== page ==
Hall of Fame director Ron Wolf has always had a healthy respect for the Bears organization, despite his pioneering role in the Packers’ 30-year dominance of the Bears-Packers rivalry.
“There are four jewels in the crown and the bears are one of those jewels,” Wolf said. “There’s no National Football League without the Chicago Bears. I would think that would be an ideal place to work for, because of the tradition and history of the game. You can do a lot with that. It’s just a great place to to be.”
Wolf might have a dog on the bears side in that fight. His son, patriot scouting consultant Eliot Wolf, has reportedly been asked to interview for the Bears’ general manager opening. Hiring the son of the man most responsible for the disparity between the Packers and Bears over the past 30 years to reverse that trend would be an intriguing development — especially after Eliot Wolf lost to Brian Gutekunst for the Packers GM job in 2018. That’s a chip-on-my-shoulder story waiting to be written.
“You have to understand that I am his father,” Ron Wolf told the Sun-Times on Wednesday. “But let me say one thing: he is his own man. I’m really happy he’s getting this opportunity and I know there are a lot of people queuing up to get that opportunity too. Does he deserve the chance? [to interview]? I certainly think so. He has paid his dues. It’s interesting because he grew up a bit in that division.”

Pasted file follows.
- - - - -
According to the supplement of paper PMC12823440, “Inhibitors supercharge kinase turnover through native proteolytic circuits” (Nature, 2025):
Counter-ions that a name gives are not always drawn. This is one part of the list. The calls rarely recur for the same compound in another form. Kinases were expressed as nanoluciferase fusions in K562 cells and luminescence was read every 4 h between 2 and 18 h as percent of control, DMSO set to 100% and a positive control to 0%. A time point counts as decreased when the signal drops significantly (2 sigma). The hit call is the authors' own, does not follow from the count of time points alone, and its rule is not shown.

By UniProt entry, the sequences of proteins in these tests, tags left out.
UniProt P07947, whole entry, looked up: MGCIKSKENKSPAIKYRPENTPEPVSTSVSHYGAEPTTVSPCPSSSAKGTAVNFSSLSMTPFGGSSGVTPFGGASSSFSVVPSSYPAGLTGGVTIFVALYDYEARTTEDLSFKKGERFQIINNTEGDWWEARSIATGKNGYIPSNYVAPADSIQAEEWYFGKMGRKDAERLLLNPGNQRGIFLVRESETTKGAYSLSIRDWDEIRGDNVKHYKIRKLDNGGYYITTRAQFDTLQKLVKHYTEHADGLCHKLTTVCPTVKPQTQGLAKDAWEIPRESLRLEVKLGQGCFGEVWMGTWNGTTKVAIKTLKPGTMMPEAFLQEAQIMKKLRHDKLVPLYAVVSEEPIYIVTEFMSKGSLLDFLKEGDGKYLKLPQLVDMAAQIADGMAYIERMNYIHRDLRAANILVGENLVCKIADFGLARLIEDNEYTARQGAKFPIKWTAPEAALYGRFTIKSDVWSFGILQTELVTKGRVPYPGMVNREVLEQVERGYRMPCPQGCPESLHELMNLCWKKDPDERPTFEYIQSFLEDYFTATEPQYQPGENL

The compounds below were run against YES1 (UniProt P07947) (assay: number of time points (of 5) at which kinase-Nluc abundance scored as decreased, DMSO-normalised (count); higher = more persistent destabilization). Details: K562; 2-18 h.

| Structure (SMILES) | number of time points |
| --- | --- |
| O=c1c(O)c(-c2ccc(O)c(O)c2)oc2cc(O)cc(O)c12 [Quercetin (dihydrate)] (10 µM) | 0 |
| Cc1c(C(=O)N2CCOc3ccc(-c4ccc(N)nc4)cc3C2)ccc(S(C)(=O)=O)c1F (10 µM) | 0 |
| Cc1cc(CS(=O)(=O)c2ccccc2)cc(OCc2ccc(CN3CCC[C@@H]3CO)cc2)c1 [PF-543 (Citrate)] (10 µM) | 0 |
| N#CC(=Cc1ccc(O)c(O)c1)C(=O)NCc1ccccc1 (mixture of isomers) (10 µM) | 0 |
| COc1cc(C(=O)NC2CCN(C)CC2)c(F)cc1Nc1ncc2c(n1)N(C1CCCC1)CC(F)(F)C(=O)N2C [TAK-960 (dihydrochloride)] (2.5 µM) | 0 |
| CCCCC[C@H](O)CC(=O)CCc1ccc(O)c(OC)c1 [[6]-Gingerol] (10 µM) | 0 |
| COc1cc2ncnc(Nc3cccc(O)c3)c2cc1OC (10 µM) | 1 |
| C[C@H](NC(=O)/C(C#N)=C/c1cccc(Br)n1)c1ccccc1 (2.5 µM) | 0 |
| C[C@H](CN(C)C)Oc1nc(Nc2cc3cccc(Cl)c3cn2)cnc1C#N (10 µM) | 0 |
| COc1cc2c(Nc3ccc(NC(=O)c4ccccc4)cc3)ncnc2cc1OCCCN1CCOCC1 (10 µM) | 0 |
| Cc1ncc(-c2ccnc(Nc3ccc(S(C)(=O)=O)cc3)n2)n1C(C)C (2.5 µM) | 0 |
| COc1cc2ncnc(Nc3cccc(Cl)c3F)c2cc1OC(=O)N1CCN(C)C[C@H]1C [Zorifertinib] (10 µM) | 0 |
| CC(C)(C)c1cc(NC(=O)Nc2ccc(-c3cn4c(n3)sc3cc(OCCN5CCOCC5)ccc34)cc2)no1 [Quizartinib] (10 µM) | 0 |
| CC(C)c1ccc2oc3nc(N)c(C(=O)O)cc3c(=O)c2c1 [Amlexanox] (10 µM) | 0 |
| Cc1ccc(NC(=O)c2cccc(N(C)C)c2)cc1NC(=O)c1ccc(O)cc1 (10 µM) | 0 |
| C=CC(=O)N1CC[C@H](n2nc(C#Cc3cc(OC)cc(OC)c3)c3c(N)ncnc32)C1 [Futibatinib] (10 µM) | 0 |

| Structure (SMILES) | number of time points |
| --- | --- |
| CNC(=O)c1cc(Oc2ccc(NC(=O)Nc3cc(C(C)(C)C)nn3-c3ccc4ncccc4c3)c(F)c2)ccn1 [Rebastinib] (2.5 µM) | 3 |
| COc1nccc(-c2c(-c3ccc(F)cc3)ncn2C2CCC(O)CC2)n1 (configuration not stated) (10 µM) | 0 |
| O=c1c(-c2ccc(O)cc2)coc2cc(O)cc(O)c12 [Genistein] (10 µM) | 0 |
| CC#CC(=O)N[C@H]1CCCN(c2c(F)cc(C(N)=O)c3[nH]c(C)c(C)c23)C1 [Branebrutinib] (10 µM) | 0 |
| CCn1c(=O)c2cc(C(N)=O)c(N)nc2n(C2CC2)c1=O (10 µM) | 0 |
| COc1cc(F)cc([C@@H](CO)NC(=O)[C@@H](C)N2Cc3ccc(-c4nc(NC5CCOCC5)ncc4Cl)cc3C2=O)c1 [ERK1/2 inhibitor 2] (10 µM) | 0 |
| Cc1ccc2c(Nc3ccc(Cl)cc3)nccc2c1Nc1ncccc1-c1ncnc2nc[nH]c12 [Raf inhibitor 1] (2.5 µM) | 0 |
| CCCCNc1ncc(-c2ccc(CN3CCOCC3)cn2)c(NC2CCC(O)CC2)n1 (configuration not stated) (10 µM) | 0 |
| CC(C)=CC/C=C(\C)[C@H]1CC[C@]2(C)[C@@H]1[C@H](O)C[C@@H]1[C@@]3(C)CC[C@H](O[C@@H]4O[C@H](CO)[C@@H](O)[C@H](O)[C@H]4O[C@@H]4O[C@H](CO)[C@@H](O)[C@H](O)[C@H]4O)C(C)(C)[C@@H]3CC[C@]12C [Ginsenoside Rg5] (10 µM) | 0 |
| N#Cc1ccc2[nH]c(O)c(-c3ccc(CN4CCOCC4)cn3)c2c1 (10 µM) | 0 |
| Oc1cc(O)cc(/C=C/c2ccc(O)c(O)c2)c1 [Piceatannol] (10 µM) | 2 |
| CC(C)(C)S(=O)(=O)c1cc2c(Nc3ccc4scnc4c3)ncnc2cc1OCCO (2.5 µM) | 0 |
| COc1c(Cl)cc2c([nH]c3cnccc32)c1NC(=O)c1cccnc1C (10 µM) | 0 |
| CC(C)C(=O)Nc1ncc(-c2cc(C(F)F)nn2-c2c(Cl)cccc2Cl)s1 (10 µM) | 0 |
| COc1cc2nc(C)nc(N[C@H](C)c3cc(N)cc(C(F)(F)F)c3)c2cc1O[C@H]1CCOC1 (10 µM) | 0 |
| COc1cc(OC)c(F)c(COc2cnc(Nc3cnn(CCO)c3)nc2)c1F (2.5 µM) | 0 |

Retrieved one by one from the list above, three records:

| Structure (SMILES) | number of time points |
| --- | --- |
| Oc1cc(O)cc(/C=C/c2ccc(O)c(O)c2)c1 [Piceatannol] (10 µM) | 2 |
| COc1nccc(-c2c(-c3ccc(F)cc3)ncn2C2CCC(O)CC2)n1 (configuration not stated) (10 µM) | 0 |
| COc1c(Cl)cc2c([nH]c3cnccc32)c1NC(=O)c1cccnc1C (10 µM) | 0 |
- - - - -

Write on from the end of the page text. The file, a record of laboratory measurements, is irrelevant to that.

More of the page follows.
Eliot Wolf, 39, never worked for his father, who retired in 2001. Eliot spent 13 years in Packers’ human resources department, the last two as director of football operations in 2016/17. Since losing to Gutekunst, he was the Browns assistant GM under John Dorsey – a protege of Ron Wolf – and has been with the Patriots for the past two seasons.
Being part of Ron Wolf’s family tree is no guarantee, but for what it’s worth, Ron Wolf’s professional family tree has been quite productive. As GM of the Packers, Wolf hired Ted Thompson, who drafted Aaron Rodgers; John Schneider, the current GM of Seahawks who drafted Russell Wilson; Gutekunst, who hired Matt LaFleur; Dorsey, the former Chiefs GM who drafted Patrick Mahomes; and Reggie McKenzie, the former Raiders GM who drafted Derek Carr.
“I can only go on and on about what people who have worked with him have told me,” said Ron Wolf, “people who have had success in the game and who are very highly regarded. He has had some great teachers: Ted Thompson , Reggie McKenzie, John Schneider – those are three that are pretty good.”
When Eliot Wolf was hired in Cleveland, the Browns were coming out of a 0-16 season. He left after Dorsey was fired in 2019 but he helped acquire the talent who went 11-5 and made it to the play-offs in 2020.